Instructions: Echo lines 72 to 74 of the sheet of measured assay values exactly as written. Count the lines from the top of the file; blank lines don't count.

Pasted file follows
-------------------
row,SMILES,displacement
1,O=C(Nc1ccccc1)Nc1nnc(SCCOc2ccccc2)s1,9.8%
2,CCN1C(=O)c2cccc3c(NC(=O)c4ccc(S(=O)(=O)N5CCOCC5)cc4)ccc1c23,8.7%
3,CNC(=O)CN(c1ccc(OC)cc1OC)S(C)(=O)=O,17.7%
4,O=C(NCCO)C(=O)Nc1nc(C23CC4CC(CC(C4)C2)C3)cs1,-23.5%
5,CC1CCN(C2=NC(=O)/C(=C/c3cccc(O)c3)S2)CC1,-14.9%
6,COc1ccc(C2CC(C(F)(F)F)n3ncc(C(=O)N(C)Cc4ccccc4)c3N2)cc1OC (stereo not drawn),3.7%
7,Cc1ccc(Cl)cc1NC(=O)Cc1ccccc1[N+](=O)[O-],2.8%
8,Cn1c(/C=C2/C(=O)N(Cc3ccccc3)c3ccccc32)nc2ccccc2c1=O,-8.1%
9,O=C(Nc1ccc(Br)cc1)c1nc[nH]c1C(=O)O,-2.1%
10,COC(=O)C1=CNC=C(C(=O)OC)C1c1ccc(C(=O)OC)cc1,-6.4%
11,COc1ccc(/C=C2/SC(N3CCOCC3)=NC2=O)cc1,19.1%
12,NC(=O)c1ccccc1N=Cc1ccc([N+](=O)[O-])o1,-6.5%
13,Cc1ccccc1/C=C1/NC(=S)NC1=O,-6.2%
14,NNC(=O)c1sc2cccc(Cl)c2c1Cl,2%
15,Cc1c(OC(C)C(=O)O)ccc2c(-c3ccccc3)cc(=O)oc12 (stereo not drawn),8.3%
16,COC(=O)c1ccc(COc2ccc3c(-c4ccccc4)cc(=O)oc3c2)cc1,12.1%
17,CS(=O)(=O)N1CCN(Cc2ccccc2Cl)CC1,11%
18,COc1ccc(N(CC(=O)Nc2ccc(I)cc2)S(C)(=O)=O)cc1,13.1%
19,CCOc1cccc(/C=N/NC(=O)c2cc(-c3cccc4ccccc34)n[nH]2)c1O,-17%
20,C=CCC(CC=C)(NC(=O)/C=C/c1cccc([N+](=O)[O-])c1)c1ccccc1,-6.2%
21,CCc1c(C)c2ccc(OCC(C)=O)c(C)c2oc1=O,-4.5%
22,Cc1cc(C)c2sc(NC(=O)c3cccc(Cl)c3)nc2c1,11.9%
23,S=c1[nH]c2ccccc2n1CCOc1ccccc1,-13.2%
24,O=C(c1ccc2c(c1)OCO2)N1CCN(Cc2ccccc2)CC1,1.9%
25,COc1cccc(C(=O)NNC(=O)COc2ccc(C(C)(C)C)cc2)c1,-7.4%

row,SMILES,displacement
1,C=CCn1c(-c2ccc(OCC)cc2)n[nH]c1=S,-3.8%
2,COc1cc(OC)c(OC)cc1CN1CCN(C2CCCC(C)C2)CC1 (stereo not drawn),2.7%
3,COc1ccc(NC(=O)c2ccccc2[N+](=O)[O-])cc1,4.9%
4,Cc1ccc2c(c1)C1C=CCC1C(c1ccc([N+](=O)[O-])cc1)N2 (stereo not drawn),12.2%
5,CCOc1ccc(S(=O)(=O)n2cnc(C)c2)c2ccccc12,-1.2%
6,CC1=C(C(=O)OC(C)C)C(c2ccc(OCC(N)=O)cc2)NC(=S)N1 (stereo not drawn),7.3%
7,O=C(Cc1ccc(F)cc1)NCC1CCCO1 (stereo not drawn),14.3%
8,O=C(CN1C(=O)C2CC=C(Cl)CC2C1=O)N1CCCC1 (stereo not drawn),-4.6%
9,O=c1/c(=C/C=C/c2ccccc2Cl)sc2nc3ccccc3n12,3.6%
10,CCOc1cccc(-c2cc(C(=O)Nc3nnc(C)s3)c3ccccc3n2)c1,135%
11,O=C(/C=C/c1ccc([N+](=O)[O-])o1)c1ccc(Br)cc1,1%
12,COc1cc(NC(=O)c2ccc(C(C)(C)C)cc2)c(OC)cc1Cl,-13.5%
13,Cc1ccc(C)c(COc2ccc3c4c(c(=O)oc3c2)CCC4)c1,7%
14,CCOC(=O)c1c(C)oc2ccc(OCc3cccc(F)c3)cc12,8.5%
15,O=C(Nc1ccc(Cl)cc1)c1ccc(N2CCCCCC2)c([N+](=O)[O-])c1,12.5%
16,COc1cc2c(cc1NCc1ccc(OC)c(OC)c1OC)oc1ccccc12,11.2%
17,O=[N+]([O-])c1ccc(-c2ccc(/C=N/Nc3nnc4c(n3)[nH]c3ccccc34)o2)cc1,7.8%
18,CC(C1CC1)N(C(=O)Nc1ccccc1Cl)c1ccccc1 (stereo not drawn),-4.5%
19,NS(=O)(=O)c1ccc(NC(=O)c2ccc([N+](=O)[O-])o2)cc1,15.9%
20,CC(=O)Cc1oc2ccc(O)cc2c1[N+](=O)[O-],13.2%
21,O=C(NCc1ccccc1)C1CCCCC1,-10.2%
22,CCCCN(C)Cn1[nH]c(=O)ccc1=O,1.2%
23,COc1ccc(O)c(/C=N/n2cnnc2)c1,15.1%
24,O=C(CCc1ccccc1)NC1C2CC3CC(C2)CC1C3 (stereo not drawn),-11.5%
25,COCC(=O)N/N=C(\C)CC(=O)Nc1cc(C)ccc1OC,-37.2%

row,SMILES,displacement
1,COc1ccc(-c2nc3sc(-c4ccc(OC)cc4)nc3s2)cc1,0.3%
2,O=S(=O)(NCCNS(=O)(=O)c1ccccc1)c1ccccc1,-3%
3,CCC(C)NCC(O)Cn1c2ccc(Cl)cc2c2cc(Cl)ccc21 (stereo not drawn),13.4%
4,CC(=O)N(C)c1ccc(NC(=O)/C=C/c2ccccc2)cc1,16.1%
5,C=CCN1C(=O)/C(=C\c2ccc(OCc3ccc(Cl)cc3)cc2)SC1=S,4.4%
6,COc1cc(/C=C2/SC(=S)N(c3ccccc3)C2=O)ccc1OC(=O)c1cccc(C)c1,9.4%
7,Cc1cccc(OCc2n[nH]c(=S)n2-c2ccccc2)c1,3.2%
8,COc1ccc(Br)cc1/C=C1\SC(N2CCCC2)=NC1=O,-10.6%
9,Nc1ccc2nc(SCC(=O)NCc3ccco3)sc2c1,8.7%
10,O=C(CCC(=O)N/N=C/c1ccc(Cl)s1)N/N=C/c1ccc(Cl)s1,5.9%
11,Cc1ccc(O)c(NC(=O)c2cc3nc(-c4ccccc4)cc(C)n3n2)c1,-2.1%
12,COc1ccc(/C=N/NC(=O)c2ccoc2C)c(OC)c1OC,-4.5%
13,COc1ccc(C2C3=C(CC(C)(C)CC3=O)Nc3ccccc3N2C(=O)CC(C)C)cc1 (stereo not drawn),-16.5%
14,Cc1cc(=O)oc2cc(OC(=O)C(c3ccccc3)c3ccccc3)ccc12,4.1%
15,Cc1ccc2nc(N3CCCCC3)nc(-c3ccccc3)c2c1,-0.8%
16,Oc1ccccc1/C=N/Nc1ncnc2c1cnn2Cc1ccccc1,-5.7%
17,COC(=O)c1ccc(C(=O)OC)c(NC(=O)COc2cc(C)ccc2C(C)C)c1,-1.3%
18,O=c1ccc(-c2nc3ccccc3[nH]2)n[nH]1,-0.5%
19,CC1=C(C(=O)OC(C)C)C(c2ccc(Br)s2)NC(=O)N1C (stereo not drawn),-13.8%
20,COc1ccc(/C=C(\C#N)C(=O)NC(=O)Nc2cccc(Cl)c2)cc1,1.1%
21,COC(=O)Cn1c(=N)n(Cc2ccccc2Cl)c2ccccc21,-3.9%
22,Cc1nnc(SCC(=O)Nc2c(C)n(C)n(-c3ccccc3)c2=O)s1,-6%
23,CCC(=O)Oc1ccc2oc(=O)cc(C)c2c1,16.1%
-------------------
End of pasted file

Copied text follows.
19,CC1=C(C(=O)OC(C)C)C(c2ccc(Br)s2)NC(=O)N1C (stereo not drawn),-13.8%
20,COc1ccc(/C=C(\C#N)C(=O)NC(=O)Nc2cccc(Cl)c2)cc1,1.1%
21,COC(=O)Cn1c(=N)n(Cc2ccccc2Cl)c2ccccc21,-3.9%